NCAA to move 3-point line

Published 12:00 am Wednesday, October 8, 2003

INDIANAPOLIS - The 3-point line in college basketball is about to be moved 9 inches farther from the basket beginning in the 2004-05 season.

Barring unexpected dissent by the NCAA's two smallest divisions, the new line will be set at 20 feet, 6 inches.

The championships committees of all three divisions decided to keep the rectangular free throw lane, rejecting a switch to the trapezoidal lane used internationally.

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''In Division I, it's essentially done,'' Marty Benson, the NCAA liaison to the basketball rules committee, said Tuesday. ''In Division II and III, the management councils have to look at it and either approve what the championships committee did or change what the championships committee did.''

Earlier this year, South Carolina coach Dave Odom, a rules committee member, said the extra 9 inches might discourage marginal shooters from taking longer shots.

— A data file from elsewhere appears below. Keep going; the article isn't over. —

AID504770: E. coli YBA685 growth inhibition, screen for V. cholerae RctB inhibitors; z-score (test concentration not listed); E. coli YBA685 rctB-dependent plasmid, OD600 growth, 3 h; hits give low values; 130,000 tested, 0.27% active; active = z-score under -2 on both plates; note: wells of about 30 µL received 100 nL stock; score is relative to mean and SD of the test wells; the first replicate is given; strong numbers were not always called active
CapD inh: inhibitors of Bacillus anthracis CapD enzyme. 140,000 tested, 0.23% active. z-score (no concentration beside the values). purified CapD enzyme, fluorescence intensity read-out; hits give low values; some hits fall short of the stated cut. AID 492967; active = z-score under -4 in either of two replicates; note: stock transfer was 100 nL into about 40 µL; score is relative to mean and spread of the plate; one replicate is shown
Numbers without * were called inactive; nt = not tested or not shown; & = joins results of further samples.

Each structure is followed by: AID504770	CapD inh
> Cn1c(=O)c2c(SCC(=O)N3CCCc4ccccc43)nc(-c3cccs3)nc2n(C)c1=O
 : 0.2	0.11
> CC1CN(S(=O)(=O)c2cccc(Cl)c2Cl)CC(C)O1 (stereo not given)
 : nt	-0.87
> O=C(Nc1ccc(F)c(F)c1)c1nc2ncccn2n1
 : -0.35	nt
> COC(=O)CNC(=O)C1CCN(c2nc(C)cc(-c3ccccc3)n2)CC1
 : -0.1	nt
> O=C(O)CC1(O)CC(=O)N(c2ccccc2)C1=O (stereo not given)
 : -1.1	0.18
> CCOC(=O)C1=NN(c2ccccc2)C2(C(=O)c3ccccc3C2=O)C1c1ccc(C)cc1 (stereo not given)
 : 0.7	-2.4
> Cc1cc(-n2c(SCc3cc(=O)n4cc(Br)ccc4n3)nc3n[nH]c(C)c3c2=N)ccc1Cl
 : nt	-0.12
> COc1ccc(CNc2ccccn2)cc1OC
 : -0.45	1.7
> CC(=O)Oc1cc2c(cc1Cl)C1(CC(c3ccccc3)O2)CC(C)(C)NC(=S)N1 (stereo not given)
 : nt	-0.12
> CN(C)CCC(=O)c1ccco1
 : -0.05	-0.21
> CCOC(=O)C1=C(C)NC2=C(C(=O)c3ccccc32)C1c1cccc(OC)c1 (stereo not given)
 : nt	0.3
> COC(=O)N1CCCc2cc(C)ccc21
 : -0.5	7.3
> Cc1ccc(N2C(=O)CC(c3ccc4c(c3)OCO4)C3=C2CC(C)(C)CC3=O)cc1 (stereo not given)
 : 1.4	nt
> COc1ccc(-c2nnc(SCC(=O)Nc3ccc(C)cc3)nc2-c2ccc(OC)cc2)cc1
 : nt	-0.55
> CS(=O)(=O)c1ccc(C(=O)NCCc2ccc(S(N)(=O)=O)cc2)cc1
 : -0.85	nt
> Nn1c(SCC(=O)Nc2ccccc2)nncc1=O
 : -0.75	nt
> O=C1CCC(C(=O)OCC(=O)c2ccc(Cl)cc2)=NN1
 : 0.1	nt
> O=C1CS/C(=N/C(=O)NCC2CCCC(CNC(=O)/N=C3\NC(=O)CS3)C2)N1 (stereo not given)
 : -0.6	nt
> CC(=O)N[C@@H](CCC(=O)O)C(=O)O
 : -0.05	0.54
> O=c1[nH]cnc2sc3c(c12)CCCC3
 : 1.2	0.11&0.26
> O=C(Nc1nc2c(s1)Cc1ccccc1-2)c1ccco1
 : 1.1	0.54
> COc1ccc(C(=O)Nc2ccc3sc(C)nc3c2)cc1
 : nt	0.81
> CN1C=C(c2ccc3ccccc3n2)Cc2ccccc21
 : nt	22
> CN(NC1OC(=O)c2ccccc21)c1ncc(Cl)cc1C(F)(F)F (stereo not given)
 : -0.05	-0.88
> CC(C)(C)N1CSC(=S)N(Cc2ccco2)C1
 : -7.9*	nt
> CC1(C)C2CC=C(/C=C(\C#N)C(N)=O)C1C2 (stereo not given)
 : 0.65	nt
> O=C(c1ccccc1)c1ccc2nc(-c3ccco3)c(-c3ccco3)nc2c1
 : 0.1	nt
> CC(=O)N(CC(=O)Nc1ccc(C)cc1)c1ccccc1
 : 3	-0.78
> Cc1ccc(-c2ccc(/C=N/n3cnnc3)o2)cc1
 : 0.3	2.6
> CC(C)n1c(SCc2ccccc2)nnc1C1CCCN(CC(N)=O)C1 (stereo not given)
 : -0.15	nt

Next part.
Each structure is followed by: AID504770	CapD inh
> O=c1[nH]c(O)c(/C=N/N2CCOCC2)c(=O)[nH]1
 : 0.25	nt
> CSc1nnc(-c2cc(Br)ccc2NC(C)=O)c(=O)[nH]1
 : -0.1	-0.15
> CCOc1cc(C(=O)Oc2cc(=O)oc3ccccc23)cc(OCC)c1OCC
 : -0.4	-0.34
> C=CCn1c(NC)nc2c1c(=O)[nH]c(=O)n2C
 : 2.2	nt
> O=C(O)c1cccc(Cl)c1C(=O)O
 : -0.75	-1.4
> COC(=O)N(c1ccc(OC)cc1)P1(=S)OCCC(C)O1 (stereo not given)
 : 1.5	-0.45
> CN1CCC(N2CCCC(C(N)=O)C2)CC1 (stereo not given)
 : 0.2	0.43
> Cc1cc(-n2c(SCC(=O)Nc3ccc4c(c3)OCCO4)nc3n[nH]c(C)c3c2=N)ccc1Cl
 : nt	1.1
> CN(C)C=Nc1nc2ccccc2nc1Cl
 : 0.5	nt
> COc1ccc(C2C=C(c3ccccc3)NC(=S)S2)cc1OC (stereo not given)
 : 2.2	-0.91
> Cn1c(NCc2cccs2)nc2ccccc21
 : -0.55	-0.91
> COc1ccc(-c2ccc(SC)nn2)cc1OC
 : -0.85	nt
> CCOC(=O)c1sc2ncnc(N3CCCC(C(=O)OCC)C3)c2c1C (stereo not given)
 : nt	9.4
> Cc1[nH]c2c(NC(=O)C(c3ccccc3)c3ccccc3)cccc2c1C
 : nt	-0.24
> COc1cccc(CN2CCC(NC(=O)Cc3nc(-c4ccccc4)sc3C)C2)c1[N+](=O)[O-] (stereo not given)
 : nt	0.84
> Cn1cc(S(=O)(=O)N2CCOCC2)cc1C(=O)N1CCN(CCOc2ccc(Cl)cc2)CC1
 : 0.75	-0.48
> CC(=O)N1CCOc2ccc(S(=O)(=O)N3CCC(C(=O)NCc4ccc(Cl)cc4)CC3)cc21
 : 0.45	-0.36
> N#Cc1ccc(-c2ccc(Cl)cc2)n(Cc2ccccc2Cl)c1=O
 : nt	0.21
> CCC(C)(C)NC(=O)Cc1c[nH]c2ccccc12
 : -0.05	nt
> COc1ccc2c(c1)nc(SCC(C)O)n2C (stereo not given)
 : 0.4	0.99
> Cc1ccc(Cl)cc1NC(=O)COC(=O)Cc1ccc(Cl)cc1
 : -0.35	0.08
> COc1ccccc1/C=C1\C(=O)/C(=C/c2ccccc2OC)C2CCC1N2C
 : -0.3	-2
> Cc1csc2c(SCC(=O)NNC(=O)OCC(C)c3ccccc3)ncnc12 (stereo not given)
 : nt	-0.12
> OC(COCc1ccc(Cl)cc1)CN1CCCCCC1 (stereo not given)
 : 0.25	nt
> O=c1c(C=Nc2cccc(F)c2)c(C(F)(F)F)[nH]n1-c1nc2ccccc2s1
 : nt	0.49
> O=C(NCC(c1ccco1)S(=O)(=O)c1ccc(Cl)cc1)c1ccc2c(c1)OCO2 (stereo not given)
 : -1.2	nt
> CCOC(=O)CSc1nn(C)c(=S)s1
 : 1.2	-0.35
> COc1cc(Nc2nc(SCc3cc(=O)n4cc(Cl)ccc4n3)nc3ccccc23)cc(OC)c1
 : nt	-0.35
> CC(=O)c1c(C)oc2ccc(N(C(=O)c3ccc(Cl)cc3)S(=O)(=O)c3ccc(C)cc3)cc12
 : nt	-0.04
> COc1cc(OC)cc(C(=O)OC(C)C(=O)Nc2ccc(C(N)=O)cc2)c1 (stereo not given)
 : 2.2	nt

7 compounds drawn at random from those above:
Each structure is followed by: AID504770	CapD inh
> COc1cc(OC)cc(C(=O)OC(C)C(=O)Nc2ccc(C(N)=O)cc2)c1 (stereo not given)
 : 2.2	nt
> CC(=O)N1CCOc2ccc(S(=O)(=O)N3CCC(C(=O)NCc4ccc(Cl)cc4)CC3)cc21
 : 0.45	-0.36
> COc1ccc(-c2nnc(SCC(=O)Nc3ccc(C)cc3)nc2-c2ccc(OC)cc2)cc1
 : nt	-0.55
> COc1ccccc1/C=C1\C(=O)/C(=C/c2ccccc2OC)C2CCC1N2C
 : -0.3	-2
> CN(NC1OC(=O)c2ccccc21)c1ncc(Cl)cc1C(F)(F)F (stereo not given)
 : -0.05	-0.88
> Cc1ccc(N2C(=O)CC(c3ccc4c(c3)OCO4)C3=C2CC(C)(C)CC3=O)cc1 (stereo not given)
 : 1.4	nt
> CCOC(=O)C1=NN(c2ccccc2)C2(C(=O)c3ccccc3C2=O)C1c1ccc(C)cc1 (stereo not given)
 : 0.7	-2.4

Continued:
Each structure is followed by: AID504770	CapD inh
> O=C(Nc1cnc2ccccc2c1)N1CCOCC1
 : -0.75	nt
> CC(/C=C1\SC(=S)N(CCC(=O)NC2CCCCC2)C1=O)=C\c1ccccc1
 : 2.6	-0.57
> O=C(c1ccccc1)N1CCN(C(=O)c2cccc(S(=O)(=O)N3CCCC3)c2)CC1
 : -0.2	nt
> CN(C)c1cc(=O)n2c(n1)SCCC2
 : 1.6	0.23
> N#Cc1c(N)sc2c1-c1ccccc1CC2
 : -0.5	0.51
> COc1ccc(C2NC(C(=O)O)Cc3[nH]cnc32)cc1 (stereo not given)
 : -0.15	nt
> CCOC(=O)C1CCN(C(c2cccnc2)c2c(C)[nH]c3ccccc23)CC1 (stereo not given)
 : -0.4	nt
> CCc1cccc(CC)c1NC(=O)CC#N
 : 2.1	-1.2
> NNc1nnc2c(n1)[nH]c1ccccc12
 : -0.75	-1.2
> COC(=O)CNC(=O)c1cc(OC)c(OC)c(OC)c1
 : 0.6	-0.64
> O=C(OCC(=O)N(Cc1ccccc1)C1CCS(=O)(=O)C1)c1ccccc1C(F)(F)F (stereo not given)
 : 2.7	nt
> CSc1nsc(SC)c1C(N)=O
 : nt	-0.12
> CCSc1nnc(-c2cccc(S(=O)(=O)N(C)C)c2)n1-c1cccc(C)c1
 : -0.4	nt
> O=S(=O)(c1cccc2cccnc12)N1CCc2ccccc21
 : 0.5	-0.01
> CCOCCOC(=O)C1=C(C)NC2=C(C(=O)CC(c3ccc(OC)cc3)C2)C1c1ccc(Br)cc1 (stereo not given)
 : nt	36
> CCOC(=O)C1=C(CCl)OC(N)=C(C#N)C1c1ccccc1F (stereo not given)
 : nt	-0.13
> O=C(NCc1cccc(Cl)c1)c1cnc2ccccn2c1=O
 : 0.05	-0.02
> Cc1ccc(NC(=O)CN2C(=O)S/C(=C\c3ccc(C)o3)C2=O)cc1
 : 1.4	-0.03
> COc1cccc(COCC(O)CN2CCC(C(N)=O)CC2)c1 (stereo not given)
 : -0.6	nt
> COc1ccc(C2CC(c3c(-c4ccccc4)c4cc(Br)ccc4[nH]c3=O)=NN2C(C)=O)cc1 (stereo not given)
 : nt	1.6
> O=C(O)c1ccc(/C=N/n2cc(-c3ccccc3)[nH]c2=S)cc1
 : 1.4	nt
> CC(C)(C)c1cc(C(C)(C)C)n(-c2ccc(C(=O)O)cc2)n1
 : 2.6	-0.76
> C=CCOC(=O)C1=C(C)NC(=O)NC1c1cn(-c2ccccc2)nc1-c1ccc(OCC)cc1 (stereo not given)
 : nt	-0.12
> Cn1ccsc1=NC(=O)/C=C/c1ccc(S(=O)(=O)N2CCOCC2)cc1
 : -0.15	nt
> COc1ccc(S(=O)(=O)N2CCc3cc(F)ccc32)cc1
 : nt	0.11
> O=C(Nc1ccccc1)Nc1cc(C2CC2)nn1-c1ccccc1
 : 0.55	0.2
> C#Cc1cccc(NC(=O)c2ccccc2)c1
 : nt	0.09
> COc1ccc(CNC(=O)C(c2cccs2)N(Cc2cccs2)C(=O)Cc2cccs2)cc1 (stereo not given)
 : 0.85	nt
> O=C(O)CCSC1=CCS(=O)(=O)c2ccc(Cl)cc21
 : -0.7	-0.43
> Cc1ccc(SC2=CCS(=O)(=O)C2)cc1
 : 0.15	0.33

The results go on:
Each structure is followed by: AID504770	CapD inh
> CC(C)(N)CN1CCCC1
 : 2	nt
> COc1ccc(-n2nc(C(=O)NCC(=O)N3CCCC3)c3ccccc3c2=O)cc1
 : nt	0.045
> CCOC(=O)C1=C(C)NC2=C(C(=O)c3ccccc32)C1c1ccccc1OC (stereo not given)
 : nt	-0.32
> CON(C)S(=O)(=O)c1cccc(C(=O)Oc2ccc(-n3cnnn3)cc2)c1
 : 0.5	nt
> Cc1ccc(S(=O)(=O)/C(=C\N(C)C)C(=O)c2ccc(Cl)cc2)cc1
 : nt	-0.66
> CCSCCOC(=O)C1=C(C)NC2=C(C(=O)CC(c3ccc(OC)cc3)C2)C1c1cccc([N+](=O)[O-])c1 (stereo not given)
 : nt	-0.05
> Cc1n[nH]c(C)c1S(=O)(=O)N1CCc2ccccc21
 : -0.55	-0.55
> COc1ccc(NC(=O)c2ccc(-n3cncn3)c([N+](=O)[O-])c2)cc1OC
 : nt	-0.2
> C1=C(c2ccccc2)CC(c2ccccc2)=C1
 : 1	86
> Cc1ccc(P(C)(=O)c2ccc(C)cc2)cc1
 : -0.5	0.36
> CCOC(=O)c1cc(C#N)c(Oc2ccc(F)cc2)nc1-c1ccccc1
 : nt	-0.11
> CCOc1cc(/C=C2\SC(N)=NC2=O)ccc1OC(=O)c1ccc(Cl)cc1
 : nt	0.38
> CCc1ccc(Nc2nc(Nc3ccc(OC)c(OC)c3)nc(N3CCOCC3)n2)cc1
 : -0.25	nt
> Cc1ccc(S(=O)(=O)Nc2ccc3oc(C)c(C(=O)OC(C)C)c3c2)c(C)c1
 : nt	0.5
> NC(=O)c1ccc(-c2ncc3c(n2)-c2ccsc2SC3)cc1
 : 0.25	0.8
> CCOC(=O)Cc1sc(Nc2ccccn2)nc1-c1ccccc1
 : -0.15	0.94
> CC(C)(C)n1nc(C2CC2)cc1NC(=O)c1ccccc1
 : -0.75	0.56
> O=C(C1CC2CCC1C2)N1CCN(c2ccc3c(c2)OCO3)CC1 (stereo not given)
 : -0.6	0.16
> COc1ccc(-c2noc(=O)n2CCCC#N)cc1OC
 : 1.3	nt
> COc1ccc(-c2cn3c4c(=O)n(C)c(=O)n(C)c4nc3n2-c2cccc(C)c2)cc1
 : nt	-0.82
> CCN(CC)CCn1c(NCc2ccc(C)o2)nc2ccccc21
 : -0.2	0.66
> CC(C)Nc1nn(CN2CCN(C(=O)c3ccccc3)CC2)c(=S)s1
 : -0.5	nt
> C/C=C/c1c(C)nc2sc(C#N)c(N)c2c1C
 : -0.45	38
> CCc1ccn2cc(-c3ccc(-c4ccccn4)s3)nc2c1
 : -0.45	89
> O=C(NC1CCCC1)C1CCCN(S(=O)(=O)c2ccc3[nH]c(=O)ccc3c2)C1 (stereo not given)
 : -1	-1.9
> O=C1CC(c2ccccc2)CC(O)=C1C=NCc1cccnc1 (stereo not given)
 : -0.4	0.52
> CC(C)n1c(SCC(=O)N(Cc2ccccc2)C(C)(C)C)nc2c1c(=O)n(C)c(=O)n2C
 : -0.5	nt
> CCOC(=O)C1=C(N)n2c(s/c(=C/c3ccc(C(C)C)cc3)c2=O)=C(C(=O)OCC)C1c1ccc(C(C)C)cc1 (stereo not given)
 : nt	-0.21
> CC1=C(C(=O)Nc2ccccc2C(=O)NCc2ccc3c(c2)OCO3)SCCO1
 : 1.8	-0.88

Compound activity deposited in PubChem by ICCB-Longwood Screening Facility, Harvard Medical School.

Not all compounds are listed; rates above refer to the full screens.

''That would make the shot more meaningful,'' he said.

The management councils meet Oct. 21-22. If they agree, the changes in all three divisions will take effect in the 2004-05 season. If they don't, the matter will be decided by the NCAA executive committee Oct. 31.

That committee's options include approving the change for only the divisions that passed it, approving it for all three divisions or rejecting it for all three, Benson said.

It's unlikely Divisions II and III will not go along, he said.

Another proposal would cut from 16 to eight the number of predetermined sites for the first two rounds of the women's Division I tournament.

If approved by the Division I management council and the executive committee, that change would take effect for the 2005 tournament.

''It's just the evolution of the championship. It creates more neutral sites for the championship,'' said Scotty Rogers, assistant director of the Division I women's basketball championship committee. ''You have a little more neutrality when only one of those teams could potentially play at home.''

The men's first and second rounds already are played at eight sites.

''The only difference, and it's a major difference, is that the women's proposal is for predetermined sites, meaning the host institution could play at home,'' Rogers said. ''The men's tournament does not allow that.''